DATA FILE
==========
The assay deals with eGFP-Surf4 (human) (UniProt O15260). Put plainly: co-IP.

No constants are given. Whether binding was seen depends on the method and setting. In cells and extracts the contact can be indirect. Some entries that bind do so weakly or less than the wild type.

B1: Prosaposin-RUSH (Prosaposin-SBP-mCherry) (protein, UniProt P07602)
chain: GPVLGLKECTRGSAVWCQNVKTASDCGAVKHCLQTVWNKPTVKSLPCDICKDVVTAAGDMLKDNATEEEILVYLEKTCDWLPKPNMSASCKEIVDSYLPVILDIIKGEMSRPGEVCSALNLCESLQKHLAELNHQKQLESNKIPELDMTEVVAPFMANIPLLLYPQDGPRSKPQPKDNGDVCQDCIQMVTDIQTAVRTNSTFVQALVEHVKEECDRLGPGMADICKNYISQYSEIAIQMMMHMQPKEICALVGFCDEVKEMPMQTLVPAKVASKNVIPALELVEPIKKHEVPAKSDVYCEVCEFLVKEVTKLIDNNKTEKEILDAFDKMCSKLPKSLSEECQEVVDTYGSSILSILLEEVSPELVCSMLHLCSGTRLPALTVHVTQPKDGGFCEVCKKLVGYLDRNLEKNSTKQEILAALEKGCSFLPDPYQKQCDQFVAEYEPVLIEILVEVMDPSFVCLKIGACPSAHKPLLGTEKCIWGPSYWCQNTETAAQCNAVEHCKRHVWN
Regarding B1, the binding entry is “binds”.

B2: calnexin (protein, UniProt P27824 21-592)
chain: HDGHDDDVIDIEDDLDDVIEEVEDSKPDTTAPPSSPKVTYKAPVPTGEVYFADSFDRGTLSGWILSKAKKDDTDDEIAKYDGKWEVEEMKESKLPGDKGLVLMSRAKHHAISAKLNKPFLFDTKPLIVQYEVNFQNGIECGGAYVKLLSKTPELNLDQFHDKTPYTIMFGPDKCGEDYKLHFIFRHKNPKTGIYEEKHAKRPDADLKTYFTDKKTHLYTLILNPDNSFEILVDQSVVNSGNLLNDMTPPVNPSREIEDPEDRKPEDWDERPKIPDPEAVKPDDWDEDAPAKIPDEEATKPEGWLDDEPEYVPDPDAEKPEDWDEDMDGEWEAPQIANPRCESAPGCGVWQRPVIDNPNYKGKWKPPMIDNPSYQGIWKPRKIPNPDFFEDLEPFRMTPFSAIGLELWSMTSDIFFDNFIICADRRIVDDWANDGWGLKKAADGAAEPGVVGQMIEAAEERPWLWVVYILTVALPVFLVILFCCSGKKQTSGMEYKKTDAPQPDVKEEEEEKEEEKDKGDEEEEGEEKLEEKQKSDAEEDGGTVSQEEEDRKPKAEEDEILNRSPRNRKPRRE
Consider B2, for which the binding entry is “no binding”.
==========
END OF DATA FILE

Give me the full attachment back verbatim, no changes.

The assay deals with eGFP-Surf4 (human) (UniProt O15260). Put plainly: co-IP.

No constants are given. Whether binding was seen depends on the method and setting. In cells and extracts the contact can be indirect. Some entries that bind do so weakly or less than the wild type.

B1: Prosaposin-RUSH (Prosaposin-SBP-mCherry) (protein, UniProt P07602)
chain: GPVLGLKECTRGSAVWCQNVKTASDCGAVKHCLQTVWNKPTVKSLPCDICKDVVTAAGDMLKDNATEEEILVYLEKTCDWLPKPNMSASCKEIVDSYLPVILDIIKGEMSRPGEVCSALNLCESLQKHLAELNHQKQLESNKIPELDMTEVVAPFMANIPLLLYPQDGPRSKPQPKDNGDVCQDCIQMVTDIQTAVRTNSTFVQALVEHVKEECDRLGPGMADICKNYISQYSEIAIQMMMHMQPKEICALVGFCDEVKEMPMQTLVPAKVASKNVIPALELVEPIKKHEVPAKSDVYCEVCEFLVKEVTKLIDNNKTEKEILDAFDKMCSKLPKSLSEECQEVVDTYGSSILSILLEEVSPELVCSMLHLCSGTRLPALTVHVTQPKDGGFCEVCKKLVGYLDRNLEKNSTKQEILAALEKGCSFLPDPYQKQCDQFVAEYEPVLIEILVEVMDPSFVCLKIGACPSAHKPLLGTEKCIWGPSYWCQNTETAAQCNAVEHCKRHVWN
Regarding B1, the binding entry is “binds”.

B2: calnexin (protein, UniProt P27824 21-592)
chain: HDGHDDDVIDIEDDLDDVIEEVEDSKPDTTAPPSSPKVTYKAPVPTGEVYFADSFDRGTLSGWILSKAKKDDTDDEIAKYDGKWEVEEMKESKLPGDKGLVLMSRAKHHAISAKLNKPFLFDTKPLIVQYEVNFQNGIECGGAYVKLLSKTPELNLDQFHDKTPYTIMFGPDKCGEDYKLHFIFRHKNPKTGIYEEKHAKRPDADLKTYFTDKKTHLYTLILNPDNSFEILVDQSVVNSGNLLNDMTPPVNPSREIEDPEDRKPEDWDERPKIPDPEAVKPDDWDEDAPAKIPDEEATKPEGWLDDEPEYVPDPDAEKPEDWDEDMDGEWEAPQIANPRCESAPGCGVWQRPVIDNPNYKGKWKPPMIDNPSYQGIWKPRKIPNPDFFEDLEPFRMTPFSAIGLELWSMTSDIFFDNFIICADRRIVDDWANDGWGLKKAADGAAEPGVVGQMIEAAEERPWLWVVYILTVALPVFLVILFCCSGKKQTSGMEYKKTDAPQPDVKEEEEEKEEEKDKGDEEEEGEEKLEEKQKSDAEEDGGTVSQEEEDRKPKAEEDEILNRSPRNRKPRRE
Consider B2, for which the binding entry is “no binding”.